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UK vows action over hundreds of Ukrainians with disabilities vanished into Russia

The British government has said it is “determined to hold to account” those responsible for hundreds of Ukrainians with disabilities, including children, believed to have been forcibly removed to Russian-held territory and Russia itself, after a special report by The Independent.

In response to the 18-month investigation, the deputy foreign secretary, Andrew Mitchell, called the practice “despicable” and pledged further support to the disabled community in the war-wracked country.

The Independent’s four-article series revealed evidence that since Russia began its invasion of Ukraine in 2022, people with disabilities have been held incommunicado, in squalid conditions and even forced into adopting Russian passports in order to secure treatment or care. The series reveals other horrific abuses, including that groups were used by Russian soldiers as human shields and deprived of food and critical medicine resulting in death – potential war crimes against the most vulnerable in society.

Russia has repeatedly denied committing any crimes in Ukraine and has portrayed the movement of people as humanitarian evacuations.

“Russia’s forcible deportation of vulnerable Ukrainians is a despicable attempt to erase Ukrainian identity, and with it, Ukraine’s future,” Mr Mitchell said.

“We are determined to hold to account those responsible – Russia must immediately cease these forced deportations and return those it has unlawfully taken from Ukraine.”

He pledged further supporting humanitarian assistance to the most vulnerable Ukrainians, including women, children, the elderly and those with disabilities. The UK is one of the largest humanitarian donors to Ukraine and has committed £357 million in assistance since the start of the full-scale invasion.

“The UK will continue to work to ensure vulnerable Ukrainians, including women and children, older people, and those with disabilities, receive the support they need, including by embedding specialist disability expertise and assistive technology as part of our humanitarian response,” Mr Mitchell added.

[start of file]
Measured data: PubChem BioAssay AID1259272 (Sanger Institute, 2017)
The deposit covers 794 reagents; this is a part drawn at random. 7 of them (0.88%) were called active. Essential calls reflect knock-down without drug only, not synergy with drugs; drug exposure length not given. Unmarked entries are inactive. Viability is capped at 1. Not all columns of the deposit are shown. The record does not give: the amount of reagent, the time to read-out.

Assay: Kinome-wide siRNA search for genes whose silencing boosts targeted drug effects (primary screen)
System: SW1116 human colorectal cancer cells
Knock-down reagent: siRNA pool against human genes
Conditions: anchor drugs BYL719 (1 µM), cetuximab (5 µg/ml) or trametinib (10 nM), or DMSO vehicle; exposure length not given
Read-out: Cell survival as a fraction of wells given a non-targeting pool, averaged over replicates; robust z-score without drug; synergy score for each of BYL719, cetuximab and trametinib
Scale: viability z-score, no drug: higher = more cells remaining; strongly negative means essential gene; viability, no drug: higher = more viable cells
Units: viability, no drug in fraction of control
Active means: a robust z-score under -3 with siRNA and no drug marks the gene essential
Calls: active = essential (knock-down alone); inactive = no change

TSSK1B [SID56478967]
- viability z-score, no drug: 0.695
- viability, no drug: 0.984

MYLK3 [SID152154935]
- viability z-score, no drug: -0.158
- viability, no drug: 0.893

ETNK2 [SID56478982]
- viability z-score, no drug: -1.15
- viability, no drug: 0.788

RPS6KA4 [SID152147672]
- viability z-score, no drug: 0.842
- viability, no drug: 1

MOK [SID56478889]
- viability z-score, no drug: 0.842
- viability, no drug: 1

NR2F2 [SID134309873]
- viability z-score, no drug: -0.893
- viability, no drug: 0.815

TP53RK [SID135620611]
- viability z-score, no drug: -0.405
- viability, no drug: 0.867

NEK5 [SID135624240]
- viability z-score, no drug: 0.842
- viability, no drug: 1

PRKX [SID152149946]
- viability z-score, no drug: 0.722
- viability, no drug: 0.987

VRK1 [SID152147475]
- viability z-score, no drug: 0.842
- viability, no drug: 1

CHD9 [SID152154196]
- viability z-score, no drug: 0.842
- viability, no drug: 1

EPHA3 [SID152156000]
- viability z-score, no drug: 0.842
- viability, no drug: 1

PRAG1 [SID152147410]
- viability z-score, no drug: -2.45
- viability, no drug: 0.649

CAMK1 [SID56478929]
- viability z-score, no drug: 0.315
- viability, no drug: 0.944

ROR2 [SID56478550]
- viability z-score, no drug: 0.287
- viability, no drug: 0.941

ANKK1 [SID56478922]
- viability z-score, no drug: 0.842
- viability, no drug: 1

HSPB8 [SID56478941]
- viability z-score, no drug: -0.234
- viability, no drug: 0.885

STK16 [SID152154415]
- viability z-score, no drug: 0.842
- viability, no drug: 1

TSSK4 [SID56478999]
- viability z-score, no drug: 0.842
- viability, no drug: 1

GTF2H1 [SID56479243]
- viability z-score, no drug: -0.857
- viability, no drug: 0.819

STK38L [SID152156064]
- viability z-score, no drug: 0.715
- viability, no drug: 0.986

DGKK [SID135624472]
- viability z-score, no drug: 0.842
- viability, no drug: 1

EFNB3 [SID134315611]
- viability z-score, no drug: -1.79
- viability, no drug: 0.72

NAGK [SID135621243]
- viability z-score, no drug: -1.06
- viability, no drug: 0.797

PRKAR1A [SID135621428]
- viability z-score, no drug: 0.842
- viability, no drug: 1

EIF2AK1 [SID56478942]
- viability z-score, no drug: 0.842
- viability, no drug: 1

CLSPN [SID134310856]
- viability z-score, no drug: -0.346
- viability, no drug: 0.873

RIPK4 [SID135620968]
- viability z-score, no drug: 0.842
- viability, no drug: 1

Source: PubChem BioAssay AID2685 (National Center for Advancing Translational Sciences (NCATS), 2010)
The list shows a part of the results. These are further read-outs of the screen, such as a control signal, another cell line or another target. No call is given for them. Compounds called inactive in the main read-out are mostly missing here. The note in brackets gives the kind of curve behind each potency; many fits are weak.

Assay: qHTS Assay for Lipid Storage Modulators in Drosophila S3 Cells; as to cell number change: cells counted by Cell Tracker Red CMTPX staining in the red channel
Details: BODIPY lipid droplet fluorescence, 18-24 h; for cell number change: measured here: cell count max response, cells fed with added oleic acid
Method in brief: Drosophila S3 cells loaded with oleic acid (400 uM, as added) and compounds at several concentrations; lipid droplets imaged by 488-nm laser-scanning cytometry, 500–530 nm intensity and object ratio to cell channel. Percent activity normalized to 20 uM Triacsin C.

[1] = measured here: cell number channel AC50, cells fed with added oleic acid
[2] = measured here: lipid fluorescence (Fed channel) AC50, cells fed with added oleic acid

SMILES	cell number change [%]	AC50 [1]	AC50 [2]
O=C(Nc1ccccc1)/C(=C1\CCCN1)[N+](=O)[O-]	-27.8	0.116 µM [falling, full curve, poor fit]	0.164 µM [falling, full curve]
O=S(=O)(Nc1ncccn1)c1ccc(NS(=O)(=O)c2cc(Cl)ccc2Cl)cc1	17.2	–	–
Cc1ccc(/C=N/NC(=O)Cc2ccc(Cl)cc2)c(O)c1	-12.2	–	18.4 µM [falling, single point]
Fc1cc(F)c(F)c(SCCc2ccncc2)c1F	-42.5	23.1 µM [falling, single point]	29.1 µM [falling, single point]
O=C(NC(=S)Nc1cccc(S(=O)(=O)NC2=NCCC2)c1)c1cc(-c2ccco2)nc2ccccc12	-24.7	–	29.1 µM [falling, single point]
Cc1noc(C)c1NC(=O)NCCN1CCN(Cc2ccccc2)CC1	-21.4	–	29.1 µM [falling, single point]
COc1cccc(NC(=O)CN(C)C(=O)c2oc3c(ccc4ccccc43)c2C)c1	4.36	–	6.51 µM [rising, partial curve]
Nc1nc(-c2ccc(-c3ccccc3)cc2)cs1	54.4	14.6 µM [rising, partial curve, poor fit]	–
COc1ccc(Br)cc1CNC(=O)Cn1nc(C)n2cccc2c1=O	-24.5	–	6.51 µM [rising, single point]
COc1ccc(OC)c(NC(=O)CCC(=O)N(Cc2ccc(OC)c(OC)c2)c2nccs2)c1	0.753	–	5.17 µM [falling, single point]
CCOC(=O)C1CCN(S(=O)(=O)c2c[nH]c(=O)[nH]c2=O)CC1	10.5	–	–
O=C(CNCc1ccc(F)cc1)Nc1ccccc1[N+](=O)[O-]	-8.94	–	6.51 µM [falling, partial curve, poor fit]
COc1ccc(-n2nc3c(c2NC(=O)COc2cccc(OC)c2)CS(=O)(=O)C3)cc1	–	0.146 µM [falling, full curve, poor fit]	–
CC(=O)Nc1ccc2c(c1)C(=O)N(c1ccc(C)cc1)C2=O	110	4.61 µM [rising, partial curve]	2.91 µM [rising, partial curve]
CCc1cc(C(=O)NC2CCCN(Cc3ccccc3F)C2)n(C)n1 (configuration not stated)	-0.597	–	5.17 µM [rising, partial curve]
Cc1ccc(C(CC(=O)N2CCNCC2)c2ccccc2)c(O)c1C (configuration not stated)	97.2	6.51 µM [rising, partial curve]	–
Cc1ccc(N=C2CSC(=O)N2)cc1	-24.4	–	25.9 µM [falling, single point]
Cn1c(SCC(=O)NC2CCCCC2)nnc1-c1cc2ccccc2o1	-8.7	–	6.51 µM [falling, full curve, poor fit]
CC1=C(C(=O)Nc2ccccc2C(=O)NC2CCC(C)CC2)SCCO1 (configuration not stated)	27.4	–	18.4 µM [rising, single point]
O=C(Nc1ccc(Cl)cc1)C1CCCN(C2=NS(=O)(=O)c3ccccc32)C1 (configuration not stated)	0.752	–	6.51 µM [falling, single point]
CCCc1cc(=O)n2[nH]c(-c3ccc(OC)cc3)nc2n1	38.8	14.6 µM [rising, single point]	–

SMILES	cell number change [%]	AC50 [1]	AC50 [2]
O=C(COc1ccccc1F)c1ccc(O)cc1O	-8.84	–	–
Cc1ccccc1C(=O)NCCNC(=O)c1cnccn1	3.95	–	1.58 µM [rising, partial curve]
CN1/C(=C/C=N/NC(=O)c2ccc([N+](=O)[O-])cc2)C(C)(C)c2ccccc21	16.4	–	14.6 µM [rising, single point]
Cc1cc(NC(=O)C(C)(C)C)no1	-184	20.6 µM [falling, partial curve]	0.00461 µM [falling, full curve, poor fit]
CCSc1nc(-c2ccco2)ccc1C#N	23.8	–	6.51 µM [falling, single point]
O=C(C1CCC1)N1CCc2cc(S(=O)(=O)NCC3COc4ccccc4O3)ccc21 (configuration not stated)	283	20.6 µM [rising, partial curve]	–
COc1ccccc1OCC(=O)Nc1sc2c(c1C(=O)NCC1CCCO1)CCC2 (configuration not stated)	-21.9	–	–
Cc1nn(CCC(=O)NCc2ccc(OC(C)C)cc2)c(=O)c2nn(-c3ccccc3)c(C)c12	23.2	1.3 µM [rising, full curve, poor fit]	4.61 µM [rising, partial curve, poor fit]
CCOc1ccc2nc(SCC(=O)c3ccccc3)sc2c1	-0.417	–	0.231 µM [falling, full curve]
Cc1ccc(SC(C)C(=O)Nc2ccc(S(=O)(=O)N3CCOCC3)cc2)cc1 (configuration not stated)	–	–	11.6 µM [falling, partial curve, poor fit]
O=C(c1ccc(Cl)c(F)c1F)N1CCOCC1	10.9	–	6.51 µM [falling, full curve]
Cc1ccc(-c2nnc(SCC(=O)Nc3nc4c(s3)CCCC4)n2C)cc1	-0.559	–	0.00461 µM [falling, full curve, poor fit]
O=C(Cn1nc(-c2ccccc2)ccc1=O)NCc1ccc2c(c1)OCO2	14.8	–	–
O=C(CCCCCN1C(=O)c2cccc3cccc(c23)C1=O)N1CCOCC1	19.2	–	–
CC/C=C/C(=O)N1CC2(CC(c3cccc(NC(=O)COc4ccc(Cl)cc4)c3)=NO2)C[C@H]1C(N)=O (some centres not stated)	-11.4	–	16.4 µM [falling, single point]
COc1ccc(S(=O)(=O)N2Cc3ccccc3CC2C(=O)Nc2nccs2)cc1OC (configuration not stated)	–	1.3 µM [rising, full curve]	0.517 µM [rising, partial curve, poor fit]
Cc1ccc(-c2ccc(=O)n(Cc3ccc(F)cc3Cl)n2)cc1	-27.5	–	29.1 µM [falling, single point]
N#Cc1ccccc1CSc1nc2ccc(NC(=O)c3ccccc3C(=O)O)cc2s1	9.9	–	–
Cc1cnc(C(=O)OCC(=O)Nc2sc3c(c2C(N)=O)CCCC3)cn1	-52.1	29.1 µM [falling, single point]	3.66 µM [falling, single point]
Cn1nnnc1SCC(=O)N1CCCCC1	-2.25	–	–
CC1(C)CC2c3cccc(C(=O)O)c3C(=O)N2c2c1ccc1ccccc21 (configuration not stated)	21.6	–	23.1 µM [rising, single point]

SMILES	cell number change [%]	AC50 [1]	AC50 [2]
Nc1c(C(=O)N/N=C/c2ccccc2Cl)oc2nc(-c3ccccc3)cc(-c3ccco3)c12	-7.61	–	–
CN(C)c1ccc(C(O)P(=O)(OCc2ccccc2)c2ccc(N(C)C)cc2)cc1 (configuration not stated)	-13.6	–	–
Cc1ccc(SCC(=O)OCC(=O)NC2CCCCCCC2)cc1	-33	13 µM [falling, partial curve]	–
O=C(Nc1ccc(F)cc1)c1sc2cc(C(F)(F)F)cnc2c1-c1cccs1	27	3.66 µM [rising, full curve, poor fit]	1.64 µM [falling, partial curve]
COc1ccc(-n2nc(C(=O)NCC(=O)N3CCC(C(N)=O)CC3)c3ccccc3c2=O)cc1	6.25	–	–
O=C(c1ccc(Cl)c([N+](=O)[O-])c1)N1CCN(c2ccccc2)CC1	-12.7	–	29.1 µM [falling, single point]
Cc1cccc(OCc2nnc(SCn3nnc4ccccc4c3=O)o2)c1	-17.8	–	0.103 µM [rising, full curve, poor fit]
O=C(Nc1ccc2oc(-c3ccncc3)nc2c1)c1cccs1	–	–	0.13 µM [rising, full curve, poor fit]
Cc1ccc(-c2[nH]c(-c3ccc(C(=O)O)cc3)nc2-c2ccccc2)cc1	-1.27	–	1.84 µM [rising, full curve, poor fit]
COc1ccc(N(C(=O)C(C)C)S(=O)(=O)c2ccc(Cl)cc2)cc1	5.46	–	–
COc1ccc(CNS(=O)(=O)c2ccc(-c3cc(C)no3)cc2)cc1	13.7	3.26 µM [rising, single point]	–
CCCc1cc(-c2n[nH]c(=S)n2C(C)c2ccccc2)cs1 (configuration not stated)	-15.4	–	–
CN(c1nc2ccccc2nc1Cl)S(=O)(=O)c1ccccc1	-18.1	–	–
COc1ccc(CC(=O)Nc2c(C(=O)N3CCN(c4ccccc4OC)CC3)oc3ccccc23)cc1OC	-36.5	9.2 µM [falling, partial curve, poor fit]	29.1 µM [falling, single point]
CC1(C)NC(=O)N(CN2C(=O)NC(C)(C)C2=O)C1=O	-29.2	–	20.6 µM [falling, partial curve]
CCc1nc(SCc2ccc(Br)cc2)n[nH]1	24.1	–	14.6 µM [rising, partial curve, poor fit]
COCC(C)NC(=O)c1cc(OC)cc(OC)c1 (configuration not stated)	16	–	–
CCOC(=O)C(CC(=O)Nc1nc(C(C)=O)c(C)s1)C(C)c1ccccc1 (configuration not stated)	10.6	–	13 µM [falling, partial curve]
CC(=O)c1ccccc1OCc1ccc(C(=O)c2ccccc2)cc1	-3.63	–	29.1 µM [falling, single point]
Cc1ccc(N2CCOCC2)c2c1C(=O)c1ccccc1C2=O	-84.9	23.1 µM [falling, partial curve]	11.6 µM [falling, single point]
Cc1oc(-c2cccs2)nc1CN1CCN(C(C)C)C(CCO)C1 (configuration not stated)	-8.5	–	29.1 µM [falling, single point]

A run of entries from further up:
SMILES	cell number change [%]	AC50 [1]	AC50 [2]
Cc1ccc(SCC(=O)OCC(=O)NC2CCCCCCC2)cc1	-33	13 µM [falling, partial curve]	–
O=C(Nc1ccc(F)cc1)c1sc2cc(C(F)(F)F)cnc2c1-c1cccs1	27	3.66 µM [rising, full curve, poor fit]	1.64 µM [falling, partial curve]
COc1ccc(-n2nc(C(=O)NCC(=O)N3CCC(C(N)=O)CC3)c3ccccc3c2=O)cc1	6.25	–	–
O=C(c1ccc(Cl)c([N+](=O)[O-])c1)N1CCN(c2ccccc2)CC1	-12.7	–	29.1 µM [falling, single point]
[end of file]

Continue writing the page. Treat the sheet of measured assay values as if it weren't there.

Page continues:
The fate of the vast majority of the 500 peopleThe Independent tracked remains unknown, but there is evidence that some of the children may have been sent to “re-education camps” to learn Russian language, culture and the Kremlin’s version of history.

The investigation also made clear what life close to the frontline is like for people with disabilities. It zeroes in on the failings of Ukraine’s outdated care system, inherited from the Soviet Union, which relies on systematic institutionalisation from childhood – with conditions are described by UN and EU experts as “appalling”.

The series calls for a paradigm shift in attitudes towards people with disabilities across all conflicts – where international law and protections appear to be failing the most vulnerable.

Gerard Quinn, the UN’s special rapporteur on the rights of persons with disabilities until November, who has extensively worked on Ukraine, said the series painted “a damning picture” of the vulnerabilities that people with disabilities face in Ukraine war and reveals the unique risks faced by them.

Those civilians remaining in frontline areas are largely older people and people with disabilities. Maksym, 33, who was himself was taken from his facility for people with disabilities in southern Ukraine and forcibly taken to Russia, told The Independent people with disabilities are ”often the first to be forgotten and the last to be left behind.”

The Foreign Commonwealth and Development Office (FCDO) provides funds to the World Health Organisation to provide assistive technology for people with disabilities, and the Ukrainian Red Cross Society in providing home-based care and disability-inclusive safe spaces.

The FCDO also funds disability-inclusion specialists who work across the humanitarian response to support it to more effectively respond to the needs of people with disabilities.


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